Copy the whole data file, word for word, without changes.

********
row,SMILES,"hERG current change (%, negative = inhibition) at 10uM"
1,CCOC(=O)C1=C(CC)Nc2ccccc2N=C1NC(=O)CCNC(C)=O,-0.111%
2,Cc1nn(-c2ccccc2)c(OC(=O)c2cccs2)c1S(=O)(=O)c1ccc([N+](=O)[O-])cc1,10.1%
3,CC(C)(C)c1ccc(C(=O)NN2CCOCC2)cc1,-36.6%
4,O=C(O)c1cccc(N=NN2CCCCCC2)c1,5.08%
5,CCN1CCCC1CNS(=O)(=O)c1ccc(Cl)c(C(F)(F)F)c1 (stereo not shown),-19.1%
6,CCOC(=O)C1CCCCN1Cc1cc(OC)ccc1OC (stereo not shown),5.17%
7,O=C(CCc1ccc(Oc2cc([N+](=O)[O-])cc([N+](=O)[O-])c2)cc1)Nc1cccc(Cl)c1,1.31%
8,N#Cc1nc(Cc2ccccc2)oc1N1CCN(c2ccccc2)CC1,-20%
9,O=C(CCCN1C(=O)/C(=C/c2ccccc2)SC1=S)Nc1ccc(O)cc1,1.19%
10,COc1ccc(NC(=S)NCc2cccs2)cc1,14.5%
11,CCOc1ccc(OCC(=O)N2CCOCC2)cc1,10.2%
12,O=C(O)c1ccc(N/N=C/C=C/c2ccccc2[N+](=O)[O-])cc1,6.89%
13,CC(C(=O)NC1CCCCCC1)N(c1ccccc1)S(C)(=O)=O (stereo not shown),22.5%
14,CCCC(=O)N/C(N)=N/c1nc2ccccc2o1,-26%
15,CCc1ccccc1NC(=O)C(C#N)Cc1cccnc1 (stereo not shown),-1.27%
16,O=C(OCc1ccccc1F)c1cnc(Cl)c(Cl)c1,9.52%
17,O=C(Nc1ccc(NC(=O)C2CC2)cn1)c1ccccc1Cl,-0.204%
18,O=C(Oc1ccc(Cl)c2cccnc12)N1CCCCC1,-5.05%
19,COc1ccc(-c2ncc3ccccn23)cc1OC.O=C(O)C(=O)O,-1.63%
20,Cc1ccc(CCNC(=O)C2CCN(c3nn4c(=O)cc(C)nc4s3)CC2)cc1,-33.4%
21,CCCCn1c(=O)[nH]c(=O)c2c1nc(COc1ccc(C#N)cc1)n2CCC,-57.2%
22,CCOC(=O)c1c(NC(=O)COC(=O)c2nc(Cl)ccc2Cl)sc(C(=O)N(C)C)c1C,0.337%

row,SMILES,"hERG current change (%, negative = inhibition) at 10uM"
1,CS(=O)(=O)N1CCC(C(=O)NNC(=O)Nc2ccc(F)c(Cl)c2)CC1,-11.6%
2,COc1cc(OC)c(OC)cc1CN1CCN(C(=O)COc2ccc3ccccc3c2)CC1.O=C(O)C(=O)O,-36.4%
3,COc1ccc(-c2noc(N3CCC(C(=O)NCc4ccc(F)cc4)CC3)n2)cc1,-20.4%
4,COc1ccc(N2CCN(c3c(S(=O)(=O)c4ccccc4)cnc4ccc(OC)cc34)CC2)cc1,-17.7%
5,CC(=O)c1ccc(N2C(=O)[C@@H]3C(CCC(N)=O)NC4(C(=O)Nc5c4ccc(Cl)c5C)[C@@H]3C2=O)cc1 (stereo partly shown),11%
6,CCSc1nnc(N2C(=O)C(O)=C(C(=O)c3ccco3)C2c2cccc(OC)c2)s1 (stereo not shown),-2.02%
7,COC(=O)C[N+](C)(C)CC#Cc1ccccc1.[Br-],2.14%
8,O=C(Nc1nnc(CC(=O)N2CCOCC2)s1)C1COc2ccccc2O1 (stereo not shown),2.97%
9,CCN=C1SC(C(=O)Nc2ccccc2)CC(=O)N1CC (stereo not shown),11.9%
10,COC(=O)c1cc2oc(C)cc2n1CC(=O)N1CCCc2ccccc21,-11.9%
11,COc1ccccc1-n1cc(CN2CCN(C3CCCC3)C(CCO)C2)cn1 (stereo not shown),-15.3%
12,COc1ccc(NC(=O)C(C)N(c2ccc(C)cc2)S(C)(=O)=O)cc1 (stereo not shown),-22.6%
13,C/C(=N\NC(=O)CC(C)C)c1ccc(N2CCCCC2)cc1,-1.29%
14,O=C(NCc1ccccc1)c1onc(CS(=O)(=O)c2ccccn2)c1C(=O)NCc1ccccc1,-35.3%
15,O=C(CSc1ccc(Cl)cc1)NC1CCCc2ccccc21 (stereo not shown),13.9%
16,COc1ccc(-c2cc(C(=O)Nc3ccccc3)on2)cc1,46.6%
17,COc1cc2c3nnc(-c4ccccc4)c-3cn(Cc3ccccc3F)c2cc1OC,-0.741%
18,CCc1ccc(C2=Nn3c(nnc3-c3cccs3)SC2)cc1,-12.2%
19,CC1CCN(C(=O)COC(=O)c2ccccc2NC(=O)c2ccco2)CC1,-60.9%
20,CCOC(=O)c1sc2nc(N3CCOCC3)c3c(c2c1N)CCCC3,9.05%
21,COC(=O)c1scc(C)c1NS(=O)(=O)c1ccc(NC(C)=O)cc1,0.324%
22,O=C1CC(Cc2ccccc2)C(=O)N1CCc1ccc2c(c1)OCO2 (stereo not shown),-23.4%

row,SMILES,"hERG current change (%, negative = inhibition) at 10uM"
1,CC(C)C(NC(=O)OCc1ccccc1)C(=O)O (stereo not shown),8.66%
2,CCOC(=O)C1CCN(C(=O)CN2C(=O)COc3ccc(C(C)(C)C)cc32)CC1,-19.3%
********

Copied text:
row,SMILES,"hERG current change (%, negative = inhibition) at 10uM"
1,CCOC(=O)C1=C(CC)Nc2ccccc2N=C1NC(=O)CCNC(C)=O,-0.111%
2,Cc1nn(-c2ccccc2)c(OC(=O)c2cccs2)c1S(=O)(=O)c1ccc([N+](=O)[O-])cc1,10.1%
3,CC(C)(C)c1ccc(C(=O)NN2CCOCC2)cc1,-36.6%
4,O=C(O)c1cccc(N=NN2CCCCCC2)c1,5.08%
5,CCN1CCCC1CNS(=O)(=O)c1ccc(Cl)c(C(F)(F)F)c1 (stereo not shown),-19.1%
6,CCOC(=O)C1CCCCN1Cc1cc(OC)ccc1OC (stereo not shown),5.17%
7,O=C(CCc1ccc(Oc2cc([N+](=O)[O-])cc([N+](=O)[O-])c2)cc1)Nc1cccc(Cl)c1,1.31%
8,N#Cc1nc(Cc2ccccc2)oc1N1CCN(c2ccccc2)CC1,-20%
9,O=C(CCCN1C(=O)/C(=C/c2ccccc2)SC1=S)Nc1ccc(O)cc1,1.19%
10,COc1ccc(NC(=S)NCc2cccs2)cc1,14.5%
11,CCOc1ccc(OCC(=O)N2CCOCC2)cc1,10.2%
12,O=C(O)c1ccc(N/N=C/C=C/c2ccccc2[N+](=O)[O-])cc1,6.89%
13,CC(C(=O)NC1CCCCCC1)N(c1ccccc1)S(C)(=O)=O (stereo not shown),22.5%
14,CCCC(=O)N/C(N)=N/c1nc2ccccc2o1,-26%
15,CCc1ccccc1NC(=O)C(C#N)Cc1cccnc1 (stereo not shown),-1.27%
16,O=C(OCc1ccccc1F)c1cnc(Cl)c(Cl)c1,9.52%
17,O=C(Nc1ccc(NC(=O)C2CC2)cn1)c1ccccc1Cl,-0.204%
18,O=C(Oc1ccc(Cl)c2cccnc12)N1CCCCC1,-5.05%
19,COc1ccc(-c2ncc3ccccn23)cc1OC.O=C(O)C(=O)O,-1.63%
20,Cc1ccc(CCNC(=O)C2CCN(c3nn4c(=O)cc(C)nc4s3)CC2)cc1,-33.4%
21,CCCCn1c(=O)[nH]c(=O)c2c1nc(COc1ccc(C#N)cc1)n2CCC,-57.2%
22,CCOC(=O)c1c(NC(=O)COC(=O)c2nc(Cl)ccc2Cl)sc(C(=O)N(C)C)c1C,0.337%

row,SMILES,"hERG current change (%, negative = inhibition) at 10uM"
1,CS(=O)(=O)N1CCC(C(=O)NNC(=O)Nc2ccc(F)c(Cl)c2)CC1,-11.6%
2,COc1cc(OC)c(OC)cc1CN1CCN(C(=O)COc2ccc3ccccc3c2)CC1.O=C(O)C(=O)O,-36.4%
3,COc1ccc(-c2noc(N3CCC(C(=O)NCc4ccc(F)cc4)CC3)n2)cc1,-20.4%
4,COc1ccc(N2CCN(c3c(S(=O)(=O)c4ccccc4)cnc4ccc(OC)cc34)CC2)cc1,-17.7%
5,CC(=O)c1ccc(N2C(=O)[C@@H]3C(CCC(N)=O)NC4(C(=O)Nc5c4ccc(Cl)c5C)[C@@H]3C2=O)cc1 (stereo partly shown),11%
6,CCSc1nnc(N2C(=O)C(O)=C(C(=O)c3ccco3)C2c2cccc(OC)c2)s1 (stereo not shown),-2.02%
7,COC(=O)C[N+](C)(C)CC#Cc1ccccc1.[Br-],2.14%
8,O=C(Nc1nnc(CC(=O)N2CCOCC2)s1)C1COc2ccccc2O1 (stereo not shown),2.97%
9,CCN=C1SC(C(=O)Nc2ccccc2)CC(=O)N1CC (stereo not shown),11.9%
10,COC(=O)c1cc2oc(C)cc2n1CC(=O)N1CCCc2ccccc21,-11.9%
11,COc1ccccc1-n1cc(CN2CCN(C3CCCC3)C(CCO)C2)cn1 (stereo not shown),-15.3%
12,COc1ccc(NC(=O)C(C)N(c2ccc(C)cc2)S(C)(=O)=O)cc1 (stereo not shown),-22.6%
13,C/C(=N\NC(=O)CC(C)C)c1ccc(N2CCCCC2)cc1,-1.29%
14,O=C(NCc1ccccc1)c1onc(CS(=O)(=O)c2ccccn2)c1C(=O)NCc1ccccc1,-35.3%
15,O=C(CSc1ccc(Cl)cc1)NC1CCCc2ccccc21 (stereo not shown),13.9%
16,COc1ccc(-c2cc(C(=O)Nc3ccccc3)on2)cc1,46.6%
17,COc1cc2c3nnc(-c4ccccc4)c-3cn(Cc3ccccc3F)c2cc1OC,-0.741%
18,CCc1ccc(C2=Nn3c(nnc3-c3cccs3)SC2)cc1,-12.2%
19,CC1CCN(C(=O)COC(=O)c2ccccc2NC(=O)c2ccco2)CC1,-60.9%
20,CCOC(=O)c1sc2nc(N3CCOCC3)c3c(c2c1N)CCCC3,9.05%
21,COC(=O)c1scc(C)c1NS(=O)(=O)c1ccc(NC(C)=O)cc1,0.324%
22,O=C1CC(Cc2ccccc2)C(=O)N1CCc1ccc2c(c1)OCO2 (stereo not shown),-23.4%

row,SMILES,"hERG current change (%, negative = inhibition) at 10uM"
1,CC(C)C(NC(=O)OCc1ccccc1)C(=O)O (stereo not shown),8.66%
2,CCOC(=O)C1CCN(C(=O)CN2C(=O)COc3ccc(C(C)(C)C)cc32)CC1,-19.3%